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SDAIE strategies to implement in today's linguistically diverse classrooms

SDAIE: Specially Designed Academic Instruction in English
California Migrant Education Program

With the number of English Language Learners (ELLs) in American schools increasing from 4.1 million in 2003 to over 4.7 million in 2011 (National Center for Education Statistics), educators must find ways to meet the linguistic needs of these students. While there are many resources and programs to assist transitioning ELLs, nothing is more effective than providing these students access to the curriculum within their own classrooms, and Specially Designed Academic Instruction in English, or SDAIE, does just that.

Following is a list of seven effective SDAIE strategies that teachers can start implementing in their classrooms today:

1. Word Wall: Most elementary school classrooms have Word Walls but to make these effective for ELLs teachers will want to attach pictures to illustrate each word on the wall.

2. Vocabulary Vault: This is a twist on a Word Wall but rather than posting words and images on a wall, the teacher designates a corner of the classroom to display actual objects and artifacts that relate to a given lesson or unit. For example, in a fourth grade lesson on the Gold Rush, a Vocabulary Vault might include a map, gold dust or nuggets, a sleeping bag, and a journal.

3. Prior knowledge: Tapping into students’ prior knowledge, through the use of brainstorming activities such as KWL charts, helps students make connections to what they are learning.

4. Cooperative learning opportunities: Providing ELL students time to interact with their English-speaking peers gives them access to positive role-models and opportunities to practice their English.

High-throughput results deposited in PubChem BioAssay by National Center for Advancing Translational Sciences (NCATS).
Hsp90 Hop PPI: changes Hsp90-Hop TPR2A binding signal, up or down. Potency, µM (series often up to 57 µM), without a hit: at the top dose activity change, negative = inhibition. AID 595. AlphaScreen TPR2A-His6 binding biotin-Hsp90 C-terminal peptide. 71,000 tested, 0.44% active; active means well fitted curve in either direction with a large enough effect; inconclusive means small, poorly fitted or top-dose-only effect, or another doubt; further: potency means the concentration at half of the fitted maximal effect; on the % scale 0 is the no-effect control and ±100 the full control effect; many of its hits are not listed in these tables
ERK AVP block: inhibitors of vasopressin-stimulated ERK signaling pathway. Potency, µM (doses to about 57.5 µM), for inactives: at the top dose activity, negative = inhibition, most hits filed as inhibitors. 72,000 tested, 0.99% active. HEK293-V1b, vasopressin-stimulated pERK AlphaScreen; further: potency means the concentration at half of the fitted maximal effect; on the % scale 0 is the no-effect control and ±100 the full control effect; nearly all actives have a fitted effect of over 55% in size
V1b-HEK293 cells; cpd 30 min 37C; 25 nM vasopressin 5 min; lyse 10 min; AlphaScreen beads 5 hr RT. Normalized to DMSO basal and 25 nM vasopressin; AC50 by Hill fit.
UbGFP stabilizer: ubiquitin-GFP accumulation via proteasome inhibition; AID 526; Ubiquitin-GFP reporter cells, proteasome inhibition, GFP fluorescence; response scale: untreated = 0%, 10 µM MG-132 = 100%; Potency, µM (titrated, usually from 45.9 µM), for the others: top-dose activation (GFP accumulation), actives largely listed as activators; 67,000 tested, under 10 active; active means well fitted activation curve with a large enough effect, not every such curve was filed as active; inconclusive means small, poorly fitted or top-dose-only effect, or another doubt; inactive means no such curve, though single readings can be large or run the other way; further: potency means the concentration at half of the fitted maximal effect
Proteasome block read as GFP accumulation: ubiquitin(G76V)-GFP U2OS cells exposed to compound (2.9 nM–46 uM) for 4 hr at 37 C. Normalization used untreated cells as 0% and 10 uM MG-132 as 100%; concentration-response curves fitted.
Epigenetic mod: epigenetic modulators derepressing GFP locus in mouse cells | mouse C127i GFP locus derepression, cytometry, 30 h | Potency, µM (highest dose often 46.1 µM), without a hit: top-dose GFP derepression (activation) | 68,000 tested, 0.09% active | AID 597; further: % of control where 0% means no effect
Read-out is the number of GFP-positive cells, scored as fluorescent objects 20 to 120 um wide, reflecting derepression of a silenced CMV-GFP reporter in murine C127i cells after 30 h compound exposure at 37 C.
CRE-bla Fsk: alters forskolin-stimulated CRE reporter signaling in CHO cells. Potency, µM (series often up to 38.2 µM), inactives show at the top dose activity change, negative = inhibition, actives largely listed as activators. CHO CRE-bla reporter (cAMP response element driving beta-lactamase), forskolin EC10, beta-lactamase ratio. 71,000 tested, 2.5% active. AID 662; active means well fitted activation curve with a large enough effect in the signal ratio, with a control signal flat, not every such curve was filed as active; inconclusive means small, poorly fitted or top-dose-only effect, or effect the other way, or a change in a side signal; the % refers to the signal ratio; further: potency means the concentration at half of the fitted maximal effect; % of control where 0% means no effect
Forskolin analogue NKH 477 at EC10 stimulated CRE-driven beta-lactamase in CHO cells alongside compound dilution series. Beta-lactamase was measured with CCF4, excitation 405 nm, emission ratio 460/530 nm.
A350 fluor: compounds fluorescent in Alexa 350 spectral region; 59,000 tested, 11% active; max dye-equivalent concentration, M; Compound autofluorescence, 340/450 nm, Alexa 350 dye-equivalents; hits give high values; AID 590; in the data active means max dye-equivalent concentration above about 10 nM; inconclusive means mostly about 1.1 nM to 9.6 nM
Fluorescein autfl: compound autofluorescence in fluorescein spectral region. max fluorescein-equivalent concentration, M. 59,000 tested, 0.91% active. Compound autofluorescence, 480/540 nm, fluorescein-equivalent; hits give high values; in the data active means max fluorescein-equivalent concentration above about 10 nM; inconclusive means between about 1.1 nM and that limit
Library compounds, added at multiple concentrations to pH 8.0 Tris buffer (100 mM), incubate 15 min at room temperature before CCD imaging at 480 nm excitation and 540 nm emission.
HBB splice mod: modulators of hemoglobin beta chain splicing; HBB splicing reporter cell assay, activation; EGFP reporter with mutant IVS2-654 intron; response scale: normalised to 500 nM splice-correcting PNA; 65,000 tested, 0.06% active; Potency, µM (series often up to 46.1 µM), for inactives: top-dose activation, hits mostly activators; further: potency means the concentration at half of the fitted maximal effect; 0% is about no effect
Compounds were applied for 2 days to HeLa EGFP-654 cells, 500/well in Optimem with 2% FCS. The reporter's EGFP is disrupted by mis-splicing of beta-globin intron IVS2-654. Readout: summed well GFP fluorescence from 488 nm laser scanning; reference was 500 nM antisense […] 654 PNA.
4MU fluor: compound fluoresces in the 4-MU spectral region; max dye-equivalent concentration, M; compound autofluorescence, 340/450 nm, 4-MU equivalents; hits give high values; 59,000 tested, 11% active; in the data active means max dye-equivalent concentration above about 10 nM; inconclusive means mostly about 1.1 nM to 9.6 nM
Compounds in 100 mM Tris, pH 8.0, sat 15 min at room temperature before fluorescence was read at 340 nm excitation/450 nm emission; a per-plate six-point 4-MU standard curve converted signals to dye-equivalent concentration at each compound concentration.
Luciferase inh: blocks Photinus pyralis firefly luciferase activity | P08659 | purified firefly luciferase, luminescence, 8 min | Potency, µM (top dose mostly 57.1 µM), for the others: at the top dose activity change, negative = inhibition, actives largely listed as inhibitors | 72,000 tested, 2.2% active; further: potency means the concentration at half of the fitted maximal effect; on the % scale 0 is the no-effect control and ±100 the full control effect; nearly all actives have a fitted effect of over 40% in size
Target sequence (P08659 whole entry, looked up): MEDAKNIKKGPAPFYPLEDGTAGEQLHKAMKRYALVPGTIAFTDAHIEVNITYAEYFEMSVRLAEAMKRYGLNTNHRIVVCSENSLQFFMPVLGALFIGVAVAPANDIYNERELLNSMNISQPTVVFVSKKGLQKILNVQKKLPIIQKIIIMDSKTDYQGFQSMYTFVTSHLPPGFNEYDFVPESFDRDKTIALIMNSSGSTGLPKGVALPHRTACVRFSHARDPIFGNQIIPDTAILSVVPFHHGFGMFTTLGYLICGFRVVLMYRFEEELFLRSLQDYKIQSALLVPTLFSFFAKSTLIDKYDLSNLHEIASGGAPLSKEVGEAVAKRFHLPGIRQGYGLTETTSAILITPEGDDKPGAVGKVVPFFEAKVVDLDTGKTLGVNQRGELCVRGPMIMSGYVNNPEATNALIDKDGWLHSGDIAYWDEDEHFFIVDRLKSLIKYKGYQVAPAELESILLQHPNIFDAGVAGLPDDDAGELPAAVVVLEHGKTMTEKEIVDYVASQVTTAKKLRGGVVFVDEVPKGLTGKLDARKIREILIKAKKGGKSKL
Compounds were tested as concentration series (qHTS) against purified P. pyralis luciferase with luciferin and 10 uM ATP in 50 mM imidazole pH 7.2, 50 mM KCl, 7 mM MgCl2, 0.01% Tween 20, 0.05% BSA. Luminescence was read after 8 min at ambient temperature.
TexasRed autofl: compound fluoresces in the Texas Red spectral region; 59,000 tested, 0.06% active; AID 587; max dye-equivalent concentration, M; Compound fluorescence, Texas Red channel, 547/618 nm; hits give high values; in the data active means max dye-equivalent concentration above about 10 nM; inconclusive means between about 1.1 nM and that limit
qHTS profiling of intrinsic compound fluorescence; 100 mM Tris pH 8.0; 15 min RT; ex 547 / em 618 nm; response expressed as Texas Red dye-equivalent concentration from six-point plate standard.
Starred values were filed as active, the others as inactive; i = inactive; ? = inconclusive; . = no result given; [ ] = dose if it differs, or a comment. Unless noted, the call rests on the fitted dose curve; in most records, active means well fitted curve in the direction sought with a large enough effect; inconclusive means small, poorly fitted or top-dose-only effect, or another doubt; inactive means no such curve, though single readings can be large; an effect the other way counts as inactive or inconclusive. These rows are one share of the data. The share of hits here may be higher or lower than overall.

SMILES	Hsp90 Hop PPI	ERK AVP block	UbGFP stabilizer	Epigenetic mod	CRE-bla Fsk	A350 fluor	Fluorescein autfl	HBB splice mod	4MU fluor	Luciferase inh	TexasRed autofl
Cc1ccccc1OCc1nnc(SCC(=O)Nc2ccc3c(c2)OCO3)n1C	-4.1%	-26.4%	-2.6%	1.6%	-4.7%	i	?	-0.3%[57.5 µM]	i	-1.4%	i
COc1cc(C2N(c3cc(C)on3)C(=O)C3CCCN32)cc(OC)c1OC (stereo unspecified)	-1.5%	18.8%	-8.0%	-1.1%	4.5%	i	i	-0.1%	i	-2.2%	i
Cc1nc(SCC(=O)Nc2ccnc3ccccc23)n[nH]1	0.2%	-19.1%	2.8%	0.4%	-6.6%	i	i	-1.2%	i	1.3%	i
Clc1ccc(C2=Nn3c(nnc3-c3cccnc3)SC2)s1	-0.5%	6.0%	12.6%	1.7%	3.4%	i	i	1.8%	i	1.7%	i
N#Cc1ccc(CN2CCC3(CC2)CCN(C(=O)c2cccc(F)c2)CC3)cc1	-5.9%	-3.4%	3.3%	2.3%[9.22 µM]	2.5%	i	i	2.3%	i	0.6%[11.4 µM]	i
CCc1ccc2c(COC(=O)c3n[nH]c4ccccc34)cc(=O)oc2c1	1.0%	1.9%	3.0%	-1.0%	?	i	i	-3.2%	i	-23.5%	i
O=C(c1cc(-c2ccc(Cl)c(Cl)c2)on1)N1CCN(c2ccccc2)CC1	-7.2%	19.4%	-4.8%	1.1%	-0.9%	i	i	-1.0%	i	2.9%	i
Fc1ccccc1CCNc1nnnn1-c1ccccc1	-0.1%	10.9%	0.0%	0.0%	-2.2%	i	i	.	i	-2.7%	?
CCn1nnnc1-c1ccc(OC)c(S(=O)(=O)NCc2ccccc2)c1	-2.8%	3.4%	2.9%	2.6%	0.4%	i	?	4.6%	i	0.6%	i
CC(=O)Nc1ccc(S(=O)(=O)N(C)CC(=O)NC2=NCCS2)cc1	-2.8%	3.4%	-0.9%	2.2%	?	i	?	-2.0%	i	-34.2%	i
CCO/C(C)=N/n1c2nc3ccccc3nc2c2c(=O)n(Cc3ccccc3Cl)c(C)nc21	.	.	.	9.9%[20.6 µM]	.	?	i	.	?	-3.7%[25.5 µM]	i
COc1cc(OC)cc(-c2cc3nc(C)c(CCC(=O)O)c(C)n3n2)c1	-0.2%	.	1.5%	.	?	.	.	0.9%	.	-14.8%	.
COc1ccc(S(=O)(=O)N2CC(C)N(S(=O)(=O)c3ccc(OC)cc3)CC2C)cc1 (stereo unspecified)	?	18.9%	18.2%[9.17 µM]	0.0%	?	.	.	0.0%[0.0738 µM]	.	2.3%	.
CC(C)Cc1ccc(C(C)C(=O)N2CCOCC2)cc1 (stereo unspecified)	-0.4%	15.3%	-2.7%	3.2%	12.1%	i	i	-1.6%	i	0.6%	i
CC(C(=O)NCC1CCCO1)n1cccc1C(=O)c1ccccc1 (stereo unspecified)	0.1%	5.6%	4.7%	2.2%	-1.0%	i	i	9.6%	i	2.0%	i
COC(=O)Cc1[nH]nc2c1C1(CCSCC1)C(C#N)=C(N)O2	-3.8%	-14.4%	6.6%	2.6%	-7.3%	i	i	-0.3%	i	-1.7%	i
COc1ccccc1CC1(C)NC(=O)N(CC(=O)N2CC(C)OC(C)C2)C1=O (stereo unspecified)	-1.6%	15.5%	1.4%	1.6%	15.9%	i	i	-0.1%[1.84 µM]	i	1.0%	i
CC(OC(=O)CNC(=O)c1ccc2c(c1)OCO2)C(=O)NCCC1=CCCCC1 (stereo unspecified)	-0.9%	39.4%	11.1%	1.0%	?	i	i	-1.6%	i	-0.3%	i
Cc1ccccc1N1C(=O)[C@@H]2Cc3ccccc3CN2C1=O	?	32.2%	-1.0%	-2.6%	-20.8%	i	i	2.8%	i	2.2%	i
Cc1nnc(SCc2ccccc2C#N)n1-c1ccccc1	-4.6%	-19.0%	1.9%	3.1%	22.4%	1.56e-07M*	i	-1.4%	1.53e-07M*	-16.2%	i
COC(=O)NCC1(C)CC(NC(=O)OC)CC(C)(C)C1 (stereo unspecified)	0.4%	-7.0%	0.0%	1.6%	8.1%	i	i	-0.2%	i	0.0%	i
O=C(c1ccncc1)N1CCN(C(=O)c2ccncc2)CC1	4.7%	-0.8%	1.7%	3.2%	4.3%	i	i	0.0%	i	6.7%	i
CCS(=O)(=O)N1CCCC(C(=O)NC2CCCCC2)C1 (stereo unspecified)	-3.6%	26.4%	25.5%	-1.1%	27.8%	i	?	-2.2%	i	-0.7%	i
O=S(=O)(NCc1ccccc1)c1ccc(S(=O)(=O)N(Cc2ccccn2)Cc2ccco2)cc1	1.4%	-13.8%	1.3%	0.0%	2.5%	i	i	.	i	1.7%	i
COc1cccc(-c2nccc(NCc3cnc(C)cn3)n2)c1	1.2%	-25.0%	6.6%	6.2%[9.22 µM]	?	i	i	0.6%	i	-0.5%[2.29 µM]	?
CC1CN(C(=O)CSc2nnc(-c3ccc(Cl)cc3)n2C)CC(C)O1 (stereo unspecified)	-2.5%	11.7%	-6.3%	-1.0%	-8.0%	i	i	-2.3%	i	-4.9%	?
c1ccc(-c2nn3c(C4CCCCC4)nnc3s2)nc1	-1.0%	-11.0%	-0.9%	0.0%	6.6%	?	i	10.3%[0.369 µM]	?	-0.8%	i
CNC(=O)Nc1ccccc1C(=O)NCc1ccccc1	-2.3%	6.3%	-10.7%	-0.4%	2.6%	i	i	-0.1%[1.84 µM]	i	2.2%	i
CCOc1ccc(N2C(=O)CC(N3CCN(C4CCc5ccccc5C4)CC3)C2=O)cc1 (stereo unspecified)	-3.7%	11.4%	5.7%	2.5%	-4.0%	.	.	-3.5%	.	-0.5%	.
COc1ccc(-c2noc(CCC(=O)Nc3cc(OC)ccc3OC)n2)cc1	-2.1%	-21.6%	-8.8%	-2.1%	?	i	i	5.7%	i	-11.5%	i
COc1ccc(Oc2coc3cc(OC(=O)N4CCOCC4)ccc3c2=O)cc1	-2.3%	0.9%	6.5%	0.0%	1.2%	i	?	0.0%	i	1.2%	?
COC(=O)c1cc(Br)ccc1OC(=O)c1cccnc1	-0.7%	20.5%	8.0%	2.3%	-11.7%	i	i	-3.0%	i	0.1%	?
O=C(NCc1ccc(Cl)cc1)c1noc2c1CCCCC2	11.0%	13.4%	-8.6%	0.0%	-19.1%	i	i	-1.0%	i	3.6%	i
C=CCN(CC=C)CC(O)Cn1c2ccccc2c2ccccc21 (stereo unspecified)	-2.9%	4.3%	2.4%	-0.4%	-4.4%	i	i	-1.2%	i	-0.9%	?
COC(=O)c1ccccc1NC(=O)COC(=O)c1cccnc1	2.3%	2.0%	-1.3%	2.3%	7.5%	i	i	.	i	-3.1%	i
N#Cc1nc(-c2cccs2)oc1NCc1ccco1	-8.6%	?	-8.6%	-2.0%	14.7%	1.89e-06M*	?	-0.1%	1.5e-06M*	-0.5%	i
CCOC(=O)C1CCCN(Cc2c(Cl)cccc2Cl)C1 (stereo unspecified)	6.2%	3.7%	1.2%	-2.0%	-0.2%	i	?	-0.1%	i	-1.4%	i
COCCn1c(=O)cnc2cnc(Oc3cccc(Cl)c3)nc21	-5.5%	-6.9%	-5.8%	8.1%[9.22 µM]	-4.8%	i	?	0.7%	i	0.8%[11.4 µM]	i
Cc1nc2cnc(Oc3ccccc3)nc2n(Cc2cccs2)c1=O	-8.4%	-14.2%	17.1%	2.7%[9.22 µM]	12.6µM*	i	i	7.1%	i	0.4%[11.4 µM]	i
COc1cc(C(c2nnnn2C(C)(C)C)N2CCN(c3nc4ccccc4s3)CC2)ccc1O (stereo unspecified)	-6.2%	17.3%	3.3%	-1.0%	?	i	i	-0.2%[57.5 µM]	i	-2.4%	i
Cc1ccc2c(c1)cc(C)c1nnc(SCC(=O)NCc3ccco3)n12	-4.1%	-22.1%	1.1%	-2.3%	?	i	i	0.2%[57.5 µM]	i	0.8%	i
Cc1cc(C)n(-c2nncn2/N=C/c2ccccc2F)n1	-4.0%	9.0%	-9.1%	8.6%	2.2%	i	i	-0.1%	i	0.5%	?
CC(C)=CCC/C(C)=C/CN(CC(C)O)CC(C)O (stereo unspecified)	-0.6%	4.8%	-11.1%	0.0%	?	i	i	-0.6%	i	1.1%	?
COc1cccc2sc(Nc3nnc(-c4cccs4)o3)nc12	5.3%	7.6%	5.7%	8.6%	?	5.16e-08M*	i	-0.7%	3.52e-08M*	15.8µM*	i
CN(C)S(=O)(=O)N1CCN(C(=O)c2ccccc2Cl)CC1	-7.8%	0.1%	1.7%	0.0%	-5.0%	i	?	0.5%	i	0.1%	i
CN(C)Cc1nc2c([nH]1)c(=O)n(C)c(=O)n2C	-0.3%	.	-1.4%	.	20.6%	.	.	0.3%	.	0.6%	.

5. Front-loading vocabulary: Pre-teaching key words and phrases at the beginning of a lesson increase the potential for student understanding throughout the lesson.

6. Wait time: When posing questions to the class, teachers should give students ample time to process the information. This is especially important when working with ELLs because, in addition to processing the information into an answer, they also have to formulate their response to English.

7. Technology: The use of technological tools, such as audio books, language computer programs, and videos, exposes students to the English language through multiple modalities.

SDAIE strategies, best used with ELL students who have a basic knowledge of the English language but are lacking the ability to grasp the curriculum, supply teachers with a toolbox of instructional strategies that increase the comprehensible input for students learning English (Genzuk, 2011).


Genzuk, Michael, PhD. (2011). Specifically Designed Academic Instruction n English (SDAIE) for language minority students. Center for Multilingual, Multicultural Research Occasional Paper Series. Retrieved from

National Center for Education Statistics (n.d.). Retrieved from

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